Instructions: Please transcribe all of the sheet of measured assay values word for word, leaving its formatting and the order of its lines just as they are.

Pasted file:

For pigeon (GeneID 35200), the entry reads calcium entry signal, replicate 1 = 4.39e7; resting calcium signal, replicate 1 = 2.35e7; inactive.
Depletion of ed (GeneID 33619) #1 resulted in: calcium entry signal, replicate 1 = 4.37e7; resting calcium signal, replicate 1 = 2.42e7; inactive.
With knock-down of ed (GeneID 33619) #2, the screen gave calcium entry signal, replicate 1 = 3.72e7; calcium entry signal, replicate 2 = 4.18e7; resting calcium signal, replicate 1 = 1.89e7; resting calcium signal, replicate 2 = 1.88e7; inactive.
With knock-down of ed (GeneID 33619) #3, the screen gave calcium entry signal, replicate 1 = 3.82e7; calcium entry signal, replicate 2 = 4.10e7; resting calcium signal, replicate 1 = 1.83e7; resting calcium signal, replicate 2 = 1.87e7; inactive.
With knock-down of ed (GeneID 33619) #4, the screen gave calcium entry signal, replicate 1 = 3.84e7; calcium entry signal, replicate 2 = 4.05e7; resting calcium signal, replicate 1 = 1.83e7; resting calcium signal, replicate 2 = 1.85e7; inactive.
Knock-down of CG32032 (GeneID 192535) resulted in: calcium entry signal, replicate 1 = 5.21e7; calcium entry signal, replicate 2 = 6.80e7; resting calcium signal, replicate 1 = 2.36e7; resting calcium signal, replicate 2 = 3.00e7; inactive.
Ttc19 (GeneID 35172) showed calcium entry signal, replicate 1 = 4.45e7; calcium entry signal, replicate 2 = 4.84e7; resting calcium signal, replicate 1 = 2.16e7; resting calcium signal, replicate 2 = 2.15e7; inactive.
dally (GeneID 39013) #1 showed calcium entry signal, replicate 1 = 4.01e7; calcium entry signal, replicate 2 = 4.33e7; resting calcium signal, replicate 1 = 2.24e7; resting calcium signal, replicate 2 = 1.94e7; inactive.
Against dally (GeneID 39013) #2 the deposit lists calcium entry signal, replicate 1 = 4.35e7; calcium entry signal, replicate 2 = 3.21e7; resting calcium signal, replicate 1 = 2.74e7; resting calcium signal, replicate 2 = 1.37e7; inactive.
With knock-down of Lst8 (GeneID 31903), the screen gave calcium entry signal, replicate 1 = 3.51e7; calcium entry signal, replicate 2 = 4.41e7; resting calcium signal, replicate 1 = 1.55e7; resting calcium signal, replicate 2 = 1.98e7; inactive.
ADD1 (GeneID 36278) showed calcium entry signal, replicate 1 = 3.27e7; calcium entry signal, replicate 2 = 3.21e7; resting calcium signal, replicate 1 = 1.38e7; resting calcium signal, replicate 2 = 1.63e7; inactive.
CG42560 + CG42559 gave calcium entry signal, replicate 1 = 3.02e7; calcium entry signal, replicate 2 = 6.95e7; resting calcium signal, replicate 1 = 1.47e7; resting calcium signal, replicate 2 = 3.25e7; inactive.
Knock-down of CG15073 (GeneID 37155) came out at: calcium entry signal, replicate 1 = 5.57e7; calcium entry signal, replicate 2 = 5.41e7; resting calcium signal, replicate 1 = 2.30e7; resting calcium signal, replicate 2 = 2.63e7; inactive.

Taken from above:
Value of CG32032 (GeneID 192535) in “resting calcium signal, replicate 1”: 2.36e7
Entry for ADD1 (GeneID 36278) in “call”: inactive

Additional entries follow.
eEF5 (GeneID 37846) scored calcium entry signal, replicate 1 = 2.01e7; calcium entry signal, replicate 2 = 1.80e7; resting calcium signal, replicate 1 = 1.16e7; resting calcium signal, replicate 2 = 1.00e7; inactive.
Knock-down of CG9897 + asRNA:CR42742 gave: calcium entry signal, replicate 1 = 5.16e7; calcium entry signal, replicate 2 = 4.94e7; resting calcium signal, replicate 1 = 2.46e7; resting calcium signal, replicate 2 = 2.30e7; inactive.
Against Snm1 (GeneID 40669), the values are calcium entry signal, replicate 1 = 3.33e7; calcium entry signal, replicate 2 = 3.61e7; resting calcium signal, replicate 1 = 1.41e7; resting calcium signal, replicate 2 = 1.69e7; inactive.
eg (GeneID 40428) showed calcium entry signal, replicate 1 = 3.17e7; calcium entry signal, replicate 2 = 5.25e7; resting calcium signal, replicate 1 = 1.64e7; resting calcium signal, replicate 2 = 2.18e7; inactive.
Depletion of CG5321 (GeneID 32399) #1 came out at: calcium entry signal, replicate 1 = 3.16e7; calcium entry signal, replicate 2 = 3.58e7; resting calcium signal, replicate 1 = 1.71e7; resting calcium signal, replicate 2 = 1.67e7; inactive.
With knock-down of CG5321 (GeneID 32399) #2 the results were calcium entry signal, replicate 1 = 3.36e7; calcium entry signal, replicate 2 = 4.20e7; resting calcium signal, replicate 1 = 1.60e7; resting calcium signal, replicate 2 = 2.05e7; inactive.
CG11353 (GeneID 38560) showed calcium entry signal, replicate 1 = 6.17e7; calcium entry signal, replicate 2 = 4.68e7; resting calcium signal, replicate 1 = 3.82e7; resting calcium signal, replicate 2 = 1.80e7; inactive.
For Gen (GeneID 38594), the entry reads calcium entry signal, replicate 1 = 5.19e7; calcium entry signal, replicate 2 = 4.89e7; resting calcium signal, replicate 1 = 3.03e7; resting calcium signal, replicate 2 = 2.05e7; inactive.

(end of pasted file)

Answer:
For pigeon (GeneID 35200), the entry reads calcium entry signal, replicate 1 = 4.39e7; resting calcium signal, replicate 1 = 2.35e7; inactive.
Depletion of ed (GeneID 33619) #1 resulted in: calcium entry signal, replicate 1 = 4.37e7; resting calcium signal, replicate 1 = 2.42e7; inactive.
With knock-down of ed (GeneID 33619) #2, the screen gave calcium entry signal, replicate 1 = 3.72e7; calcium entry signal, replicate 2 = 4.18e7; resting calcium signal, replicate 1 = 1.89e7; resting calcium signal, replicate 2 = 1.88e7; inactive.
With knock-down of ed (GeneID 33619) #3, the screen gave calcium entry signal, replicate 1 = 3.82e7; calcium entry signal, replicate 2 = 4.10e7; resting calcium signal, replicate 1 = 1.83e7; resting calcium signal, replicate 2 = 1.87e7; inactive.
With knock-down of ed (GeneID 33619) #4, the screen gave calcium entry signal, replicate 1 = 3.84e7; calcium entry signal, replicate 2 = 4.05e7; resting calcium signal, replicate 1 = 1.83e7; resting calcium signal, replicate 2 = 1.85e7; inactive.
Knock-down of CG32032 (GeneID 192535) resulted in: calcium entry signal, replicate 1 = 5.21e7; calcium entry signal, replicate 2 = 6.80e7; resting calcium signal, replicate 1 = 2.36e7; resting calcium signal, replicate 2 = 3.00e7; inactive.
Ttc19 (GeneID 35172) showed calcium entry signal, replicate 1 = 4.45e7; calcium entry signal, replicate 2 = 4.84e7; resting calcium signal, replicate 1 = 2.16e7; resting calcium signal, replicate 2 = 2.15e7; inactive.
dally (GeneID 39013) #1 showed calcium entry signal, replicate 1 = 4.01e7; calcium entry signal, replicate 2 = 4.33e7; resting calcium signal, replicate 1 = 2.24e7; resting calcium signal, replicate 2 = 1.94e7; inactive.
Against dally (GeneID 39013) #2 the deposit lists calcium entry signal, replicate 1 = 4.35e7; calcium entry signal, replicate 2 = 3.21e7; resting calcium signal, replicate 1 = 2.74e7; resting calcium signal, replicate 2 = 1.37e7; inactive.
With knock-down of Lst8 (GeneID 31903), the screen gave calcium entry signal, replicate 1 = 3.51e7; calcium entry signal, replicate 2 = 4.41e7; resting calcium signal, replicate 1 = 1.55e7; resting calcium signal, replicate 2 = 1.98e7; inactive.
ADD1 (GeneID 36278) showed calcium entry signal, replicate 1 = 3.27e7; calcium entry signal, replicate 2 = 3.21e7; resting calcium signal, replicate 1 = 1.38e7; resting calcium signal, replicate 2 = 1.63e7; inactive.
CG42560 + CG42559 gave calcium entry signal, replicate 1 = 3.02e7; calcium entry signal, replicate 2 = 6.95e7; resting calcium signal, replicate 1 = 1.47e7; resting calcium signal, replicate 2 = 3.25e7; inactive.
Knock-down of CG15073 (GeneID 37155) came out at: calcium entry signal, replicate 1 = 5.57e7; calcium entry signal, replicate 2 = 5.41e7; resting calcium signal, replicate 1 = 2.30e7; resting calcium signal, replicate 2 = 2.63e7; inactive.

Taken from above:
Value of CG32032 (GeneID 192535) in “resting calcium signal, replicate 1”: 2.36e7
Entry for ADD1 (GeneID 36278) in “call”: inactive

Additional entries follow.
eEF5 (GeneID 37846) scored calcium entry signal, replicate 1 = 2.01e7; calcium entry signal, replicate 2 = 1.80e7; resting calcium signal, replicate 1 = 1.16e7; resting calcium signal, replicate 2 = 1.00e7; inactive.
Knock-down of CG9897 + asRNA:CR42742 gave: calcium entry signal, replicate 1 = 5.16e7; calcium entry signal, replicate 2 = 4.94e7; resting calcium signal, replicate 1 = 2.46e7; resting calcium signal, replicate 2 = 2.30e7; inactive.
Against Snm1 (GeneID 40669), the values are calcium entry signal, replicate 1 = 3.33e7; calcium entry signal, replicate 2 = 3.61e7; resting calcium signal, replicate 1 = 1.41e7; resting calcium signal, replicate 2 = 1.69e7; inactive.
eg (GeneID 40428) showed calcium entry signal, replicate 1 = 3.17e7; calcium entry signal, replicate 2 = 5.25e7; resting calcium signal, replicate 1 = 1.64e7; resting calcium signal, replicate 2 = 2.18e7; inactive.
Depletion of CG5321 (GeneID 32399) #1 came out at: calcium entry signal, replicate 1 = 3.16e7; calcium entry signal, replicate 2 = 3.58e7; resting calcium signal, replicate 1 = 1.71e7; resting calcium signal, replicate 2 = 1.67e7; inactive.
With knock-down of CG5321 (GeneID 32399) #2 the results were calcium entry signal, replicate 1 = 3.36e7; calcium entry signal, replicate 2 = 4.20e7; resting calcium signal, replicate 1 = 1.60e7; resting calcium signal, replicate 2 = 2.05e7; inactive.
CG11353 (GeneID 38560) showed calcium entry signal, replicate 1 = 6.17e7; calcium entry signal, replicate 2 = 4.68e7; resting calcium signal, replicate 1 = 3.82e7; resting calcium signal, replicate 2 = 1.80e7; inactive.
For Gen (GeneID 38594), the entry reads calcium entry signal, replicate 1 = 5.19e7; calcium entry signal, replicate 2 = 4.89e7; resting calcium signal, replicate 1 = 3.03e7; resting calcium signal, replicate 2 = 2.05e7; inactive.